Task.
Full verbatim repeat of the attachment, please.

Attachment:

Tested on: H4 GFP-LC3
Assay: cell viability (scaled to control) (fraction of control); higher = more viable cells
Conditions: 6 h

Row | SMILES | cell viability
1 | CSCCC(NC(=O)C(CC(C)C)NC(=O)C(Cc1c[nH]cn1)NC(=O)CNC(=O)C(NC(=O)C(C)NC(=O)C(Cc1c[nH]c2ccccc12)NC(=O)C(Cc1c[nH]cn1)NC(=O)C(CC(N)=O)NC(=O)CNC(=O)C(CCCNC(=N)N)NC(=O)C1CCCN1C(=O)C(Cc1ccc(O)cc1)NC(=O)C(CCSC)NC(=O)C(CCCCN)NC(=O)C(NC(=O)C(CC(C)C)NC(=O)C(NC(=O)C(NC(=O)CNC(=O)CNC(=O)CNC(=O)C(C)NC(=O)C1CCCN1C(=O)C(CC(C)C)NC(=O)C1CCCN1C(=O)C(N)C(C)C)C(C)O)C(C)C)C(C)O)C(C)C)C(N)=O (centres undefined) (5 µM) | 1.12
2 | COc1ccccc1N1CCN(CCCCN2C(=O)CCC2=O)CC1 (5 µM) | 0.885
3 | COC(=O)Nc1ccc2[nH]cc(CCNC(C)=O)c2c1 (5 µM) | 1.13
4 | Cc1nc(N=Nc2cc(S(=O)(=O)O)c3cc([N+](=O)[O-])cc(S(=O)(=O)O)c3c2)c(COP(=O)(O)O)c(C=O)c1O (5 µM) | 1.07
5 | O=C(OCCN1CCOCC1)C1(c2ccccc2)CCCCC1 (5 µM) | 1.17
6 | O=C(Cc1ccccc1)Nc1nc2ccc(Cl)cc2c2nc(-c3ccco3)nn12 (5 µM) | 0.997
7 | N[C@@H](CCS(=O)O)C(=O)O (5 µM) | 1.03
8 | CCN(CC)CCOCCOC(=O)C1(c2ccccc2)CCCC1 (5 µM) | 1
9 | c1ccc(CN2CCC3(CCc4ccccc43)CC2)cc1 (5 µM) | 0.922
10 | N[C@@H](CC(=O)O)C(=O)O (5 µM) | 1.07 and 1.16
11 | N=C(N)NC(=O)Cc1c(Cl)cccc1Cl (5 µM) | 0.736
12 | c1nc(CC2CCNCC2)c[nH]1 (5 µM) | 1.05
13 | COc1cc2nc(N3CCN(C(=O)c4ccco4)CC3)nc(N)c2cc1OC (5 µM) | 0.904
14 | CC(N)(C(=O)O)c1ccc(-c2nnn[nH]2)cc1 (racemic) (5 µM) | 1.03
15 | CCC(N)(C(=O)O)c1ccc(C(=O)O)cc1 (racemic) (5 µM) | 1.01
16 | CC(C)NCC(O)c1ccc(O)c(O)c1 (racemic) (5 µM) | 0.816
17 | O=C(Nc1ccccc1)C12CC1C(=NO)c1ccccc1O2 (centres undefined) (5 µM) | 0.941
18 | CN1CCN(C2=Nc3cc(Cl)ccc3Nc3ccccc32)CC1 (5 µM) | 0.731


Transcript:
Tested on: H4 GFP-LC3
Assay: cell viability (scaled to control) (fraction of control); higher = more viable cells
Conditions: 6 h

Row | SMILES | cell viability
1 | CSCCC(NC(=O)C(CC(C)C)NC(=O)C(Cc1c[nH]cn1)NC(=O)CNC(=O)C(NC(=O)C(C)NC(=O)C(Cc1c[nH]c2ccccc12)NC(=O)C(Cc1c[nH]cn1)NC(=O)C(CC(N)=O)NC(=O)CNC(=O)C(CCCNC(=N)N)NC(=O)C1CCCN1C(=O)C(Cc1ccc(O)cc1)NC(=O)C(CCSC)NC(=O)C(CCCCN)NC(=O)C(NC(=O)C(CC(C)C)NC(=O)C(NC(=O)C(NC(=O)CNC(=O)CNC(=O)CNC(=O)C(C)NC(=O)C1CCCN1C(=O)C(CC(C)C)NC(=O)C1CCCN1C(=O)C(N)C(C)C)C(C)O)C(C)C)C(C)O)C(C)C)C(N)=O (centres undefined) (5 µM) | 1.12
2 | COc1ccccc1N1CCN(CCCCN2C(=O)CCC2=O)CC1 (5 µM) | 0.885
3 | COC(=O)Nc1ccc2[nH]cc(CCNC(C)=O)c2c1 (5 µM) | 1.13
4 | Cc1nc(N=Nc2cc(S(=O)(=O)O)c3cc([N+](=O)[O-])cc(S(=O)(=O)O)c3c2)c(COP(=O)(O)O)c(C=O)c1O (5 µM) | 1.07
5 | O=C(OCCN1CCOCC1)C1(c2ccccc2)CCCCC1 (5 µM) | 1.17
6 | O=C(Cc1ccccc1)Nc1nc2ccc(Cl)cc2c2nc(-c3ccco3)nn12 (5 µM) | 0.997
7 | N[C@@H](CCS(=O)O)C(=O)O (5 µM) | 1.03
8 | CCN(CC)CCOCCOC(=O)C1(c2ccccc2)CCCC1 (5 µM) | 1
9 | c1ccc(CN2CCC3(CCc4ccccc43)CC2)cc1 (5 µM) | 0.922
10 | N[C@@H](CC(=O)O)C(=O)O (5 µM) | 1.07 and 1.16
11 | N=C(N)NC(=O)Cc1c(Cl)cccc1Cl (5 µM) | 0.736
12 | c1nc(CC2CCNCC2)c[nH]1 (5 µM) | 1.05
13 | COc1cc2nc(N3CCN(C(=O)c4ccco4)CC3)nc(N)c2cc1OC (5 µM) | 0.904
14 | CC(N)(C(=O)O)c1ccc(-c2nnn[nH]2)cc1 (racemic) (5 µM) | 1.03
15 | CCC(N)(C(=O)O)c1ccc(C(=O)O)cc1 (racemic) (5 µM) | 1.01
16 | CC(C)NCC(O)c1ccc(O)c(O)c1 (racemic) (5 µM) | 0.816
17 | O=C(Nc1ccccc1)C12CC1C(=NO)c1ccccc1O2 (centres undefined) (5 µM) | 0.941
18 | CN1CCN(C2=Nc3cc(Cl)ccc3Nc3ccccc32)CC1 (5 µM) | 0.731